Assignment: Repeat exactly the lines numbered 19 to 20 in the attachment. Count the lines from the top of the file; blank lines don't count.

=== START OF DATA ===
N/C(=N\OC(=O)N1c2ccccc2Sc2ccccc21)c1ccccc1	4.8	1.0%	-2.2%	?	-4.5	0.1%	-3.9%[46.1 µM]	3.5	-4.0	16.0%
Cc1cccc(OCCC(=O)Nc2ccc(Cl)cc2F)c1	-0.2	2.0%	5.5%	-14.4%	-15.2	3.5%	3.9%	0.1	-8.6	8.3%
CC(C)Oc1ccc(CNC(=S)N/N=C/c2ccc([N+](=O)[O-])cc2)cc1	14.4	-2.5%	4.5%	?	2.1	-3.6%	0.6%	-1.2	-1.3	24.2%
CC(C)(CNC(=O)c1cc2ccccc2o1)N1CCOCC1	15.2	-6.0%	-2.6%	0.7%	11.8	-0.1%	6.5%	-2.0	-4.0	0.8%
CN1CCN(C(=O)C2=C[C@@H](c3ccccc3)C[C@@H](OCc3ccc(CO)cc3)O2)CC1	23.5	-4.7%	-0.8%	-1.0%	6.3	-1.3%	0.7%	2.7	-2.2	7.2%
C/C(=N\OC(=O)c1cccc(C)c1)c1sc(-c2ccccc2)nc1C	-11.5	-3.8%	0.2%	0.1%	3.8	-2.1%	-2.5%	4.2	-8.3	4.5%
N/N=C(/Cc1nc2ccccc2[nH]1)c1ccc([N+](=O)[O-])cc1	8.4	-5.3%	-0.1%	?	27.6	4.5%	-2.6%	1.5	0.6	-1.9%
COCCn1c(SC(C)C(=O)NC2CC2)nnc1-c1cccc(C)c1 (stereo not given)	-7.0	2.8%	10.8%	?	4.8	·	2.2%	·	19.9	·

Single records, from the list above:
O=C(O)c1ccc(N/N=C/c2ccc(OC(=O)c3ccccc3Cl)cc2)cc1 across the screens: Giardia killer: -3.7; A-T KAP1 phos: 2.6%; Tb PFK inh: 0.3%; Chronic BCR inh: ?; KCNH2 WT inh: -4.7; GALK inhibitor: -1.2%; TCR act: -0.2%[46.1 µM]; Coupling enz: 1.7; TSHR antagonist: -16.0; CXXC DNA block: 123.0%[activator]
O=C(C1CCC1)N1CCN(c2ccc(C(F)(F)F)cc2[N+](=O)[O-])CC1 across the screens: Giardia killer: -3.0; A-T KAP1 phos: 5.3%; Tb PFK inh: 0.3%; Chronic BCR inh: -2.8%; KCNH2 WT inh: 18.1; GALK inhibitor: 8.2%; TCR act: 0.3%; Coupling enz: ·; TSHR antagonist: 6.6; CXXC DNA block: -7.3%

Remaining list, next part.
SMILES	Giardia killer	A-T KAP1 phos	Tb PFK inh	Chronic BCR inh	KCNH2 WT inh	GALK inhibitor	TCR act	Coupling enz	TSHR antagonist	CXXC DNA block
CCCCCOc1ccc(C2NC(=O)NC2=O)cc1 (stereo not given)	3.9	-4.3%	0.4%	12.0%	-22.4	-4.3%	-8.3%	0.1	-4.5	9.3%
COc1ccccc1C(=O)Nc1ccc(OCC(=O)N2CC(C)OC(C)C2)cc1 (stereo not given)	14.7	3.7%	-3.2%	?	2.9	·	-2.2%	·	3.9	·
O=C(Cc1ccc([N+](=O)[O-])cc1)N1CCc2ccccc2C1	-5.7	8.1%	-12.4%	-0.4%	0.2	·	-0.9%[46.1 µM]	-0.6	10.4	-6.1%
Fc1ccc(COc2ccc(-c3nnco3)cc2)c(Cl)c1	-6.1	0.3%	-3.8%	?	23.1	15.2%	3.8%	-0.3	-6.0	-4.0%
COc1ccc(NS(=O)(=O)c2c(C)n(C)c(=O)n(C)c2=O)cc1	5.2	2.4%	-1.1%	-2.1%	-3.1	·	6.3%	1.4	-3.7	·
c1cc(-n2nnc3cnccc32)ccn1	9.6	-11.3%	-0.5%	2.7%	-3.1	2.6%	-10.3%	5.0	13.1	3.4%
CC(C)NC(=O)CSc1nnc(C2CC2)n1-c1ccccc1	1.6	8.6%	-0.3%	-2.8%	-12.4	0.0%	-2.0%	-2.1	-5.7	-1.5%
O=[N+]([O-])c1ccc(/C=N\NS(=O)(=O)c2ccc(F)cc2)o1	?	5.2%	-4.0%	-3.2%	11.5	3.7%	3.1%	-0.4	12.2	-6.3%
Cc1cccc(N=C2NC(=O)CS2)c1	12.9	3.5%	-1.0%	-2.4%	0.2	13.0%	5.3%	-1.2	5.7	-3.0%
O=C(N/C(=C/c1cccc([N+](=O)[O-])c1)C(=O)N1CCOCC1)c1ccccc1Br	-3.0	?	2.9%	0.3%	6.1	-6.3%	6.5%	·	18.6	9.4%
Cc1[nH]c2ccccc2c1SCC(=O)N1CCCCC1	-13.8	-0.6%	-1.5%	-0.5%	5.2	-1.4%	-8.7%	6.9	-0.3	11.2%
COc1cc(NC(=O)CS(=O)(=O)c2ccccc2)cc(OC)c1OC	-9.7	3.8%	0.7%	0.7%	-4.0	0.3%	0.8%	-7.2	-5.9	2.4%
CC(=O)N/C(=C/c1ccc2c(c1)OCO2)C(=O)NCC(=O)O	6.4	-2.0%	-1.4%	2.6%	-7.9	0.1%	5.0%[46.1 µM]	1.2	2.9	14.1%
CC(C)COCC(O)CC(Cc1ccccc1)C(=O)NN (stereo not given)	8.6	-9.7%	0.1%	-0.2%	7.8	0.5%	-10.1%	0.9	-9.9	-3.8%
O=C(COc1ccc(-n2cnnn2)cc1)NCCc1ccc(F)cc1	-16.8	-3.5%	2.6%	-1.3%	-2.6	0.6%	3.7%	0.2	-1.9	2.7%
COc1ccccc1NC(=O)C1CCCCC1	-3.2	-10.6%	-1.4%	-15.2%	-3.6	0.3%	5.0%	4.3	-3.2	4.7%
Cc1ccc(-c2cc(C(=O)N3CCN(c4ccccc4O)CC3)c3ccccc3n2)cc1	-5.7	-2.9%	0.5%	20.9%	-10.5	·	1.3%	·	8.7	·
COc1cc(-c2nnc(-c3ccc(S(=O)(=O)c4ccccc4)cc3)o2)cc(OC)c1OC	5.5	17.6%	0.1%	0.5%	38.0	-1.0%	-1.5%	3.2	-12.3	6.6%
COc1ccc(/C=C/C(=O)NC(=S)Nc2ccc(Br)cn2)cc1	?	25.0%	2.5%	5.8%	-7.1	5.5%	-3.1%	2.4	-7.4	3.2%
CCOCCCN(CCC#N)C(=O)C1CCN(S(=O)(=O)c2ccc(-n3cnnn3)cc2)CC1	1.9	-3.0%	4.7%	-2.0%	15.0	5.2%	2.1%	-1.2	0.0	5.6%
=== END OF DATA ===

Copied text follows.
c1cc(-n2nnc3cnccc32)ccn1	9.6	-11.3%	-0.5%	2.7%	-3.1	2.6%	-10.3%	5.0	13.1	3.4%
CC(C)NC(=O)CSc1nnc(C2CC2)n1-c1ccccc1	1.6	8.6%	-0.3%	-2.8%	-12.4	0.0%	-2.0%	-2.1	-5.7	-1.5%